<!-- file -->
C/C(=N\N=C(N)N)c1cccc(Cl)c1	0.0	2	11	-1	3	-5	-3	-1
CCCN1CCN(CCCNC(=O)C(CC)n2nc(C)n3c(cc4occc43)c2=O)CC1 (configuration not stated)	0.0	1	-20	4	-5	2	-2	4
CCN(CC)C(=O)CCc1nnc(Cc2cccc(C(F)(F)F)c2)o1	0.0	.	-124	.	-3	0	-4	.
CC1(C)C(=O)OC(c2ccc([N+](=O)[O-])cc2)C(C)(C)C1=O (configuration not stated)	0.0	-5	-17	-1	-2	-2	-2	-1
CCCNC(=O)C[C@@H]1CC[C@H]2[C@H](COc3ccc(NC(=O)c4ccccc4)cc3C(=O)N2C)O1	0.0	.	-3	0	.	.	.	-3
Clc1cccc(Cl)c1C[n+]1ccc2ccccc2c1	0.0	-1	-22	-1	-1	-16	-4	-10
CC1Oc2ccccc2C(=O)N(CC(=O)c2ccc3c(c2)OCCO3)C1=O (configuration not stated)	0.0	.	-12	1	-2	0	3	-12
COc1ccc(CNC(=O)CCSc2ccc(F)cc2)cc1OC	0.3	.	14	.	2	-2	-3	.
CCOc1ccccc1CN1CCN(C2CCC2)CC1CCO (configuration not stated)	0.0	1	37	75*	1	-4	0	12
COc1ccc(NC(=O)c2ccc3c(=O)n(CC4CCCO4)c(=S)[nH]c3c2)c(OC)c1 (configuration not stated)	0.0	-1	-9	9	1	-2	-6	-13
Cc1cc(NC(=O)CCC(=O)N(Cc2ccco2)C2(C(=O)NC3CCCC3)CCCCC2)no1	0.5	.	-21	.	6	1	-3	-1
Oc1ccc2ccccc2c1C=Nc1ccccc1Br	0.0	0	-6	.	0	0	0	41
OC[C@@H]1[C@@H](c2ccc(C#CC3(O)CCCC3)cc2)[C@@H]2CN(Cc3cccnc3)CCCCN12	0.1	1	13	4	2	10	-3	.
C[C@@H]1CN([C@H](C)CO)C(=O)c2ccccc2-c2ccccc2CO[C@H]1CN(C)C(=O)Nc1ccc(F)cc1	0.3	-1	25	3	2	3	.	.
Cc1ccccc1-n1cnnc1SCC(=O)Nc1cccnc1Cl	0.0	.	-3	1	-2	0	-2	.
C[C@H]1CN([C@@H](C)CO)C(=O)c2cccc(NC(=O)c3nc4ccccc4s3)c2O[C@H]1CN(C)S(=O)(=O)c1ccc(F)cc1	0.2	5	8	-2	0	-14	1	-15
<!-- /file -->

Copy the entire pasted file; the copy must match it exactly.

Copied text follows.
C/C(=N\N=C(N)N)c1cccc(Cl)c1	0.0	2	11	-1	3	-5	-3	-1
CCCN1CCN(CCCNC(=O)C(CC)n2nc(C)n3c(cc4occc43)c2=O)CC1 (configuration not stated)	0.0	1	-20	4	-5	2	-2	4
CCN(CC)C(=O)CCc1nnc(Cc2cccc(C(F)(F)F)c2)o1	0.0	.	-124	.	-3	0	-4	.
CC1(C)C(=O)OC(c2ccc([N+](=O)[O-])cc2)C(C)(C)C1=O (configuration not stated)	0.0	-5	-17	-1	-2	-2	-2	-1
CCCNC(=O)C[C@@H]1CC[C@H]2[C@H](COc3ccc(NC(=O)c4ccccc4)cc3C(=O)N2C)O1	0.0	.	-3	0	.	.	.	-3
Clc1cccc(Cl)c1C[n+]1ccc2ccccc2c1	0.0	-1	-22	-1	-1	-16	-4	-10
CC1Oc2ccccc2C(=O)N(CC(=O)c2ccc3c(c2)OCCO3)C1=O (configuration not stated)	0.0	.	-12	1	-2	0	3	-12
COc1ccc(CNC(=O)CCSc2ccc(F)cc2)cc1OC	0.3	.	14	.	2	-2	-3	.
CCOc1ccccc1CN1CCN(C2CCC2)CC1CCO (configuration not stated)	0.0	1	37	75*	1	-4	0	12
COc1ccc(NC(=O)c2ccc3c(=O)n(CC4CCCO4)c(=S)[nH]c3c2)c(OC)c1 (configuration not stated)	0.0	-1	-9	9	1	-2	-6	-13
Cc1cc(NC(=O)CCC(=O)N(Cc2ccco2)C2(C(=O)NC3CCCC3)CCCCC2)no1	0.5	.	-21	.	6	1	-3	-1
Oc1ccc2ccccc2c1C=Nc1ccccc1Br	0.0	0	-6	.	0	0	0	41
OC[C@@H]1[C@@H](c2ccc(C#CC3(O)CCCC3)cc2)[C@@H]2CN(Cc3cccnc3)CCCCN12	0.1	1	13	4	2	10	-3	.
C[C@@H]1CN([C@H](C)CO)C(=O)c2ccccc2-c2ccccc2CO[C@H]1CN(C)C(=O)Nc1ccc(F)cc1	0.3	-1	25	3	2	3	.	.
Cc1ccccc1-n1cnnc1SCC(=O)Nc1cccnc1Cl	0.0	.	-3	1	-2	0	-2	.
C[C@H]1CN([C@@H](C)CO)C(=O)c2cccc(NC(=O)c3nc4ccccc4s3)c2O[C@H]1CN(C)S(=O)(=O)c1ccc(F)cc1	0.2	5	8	-2	0	-14	1	-15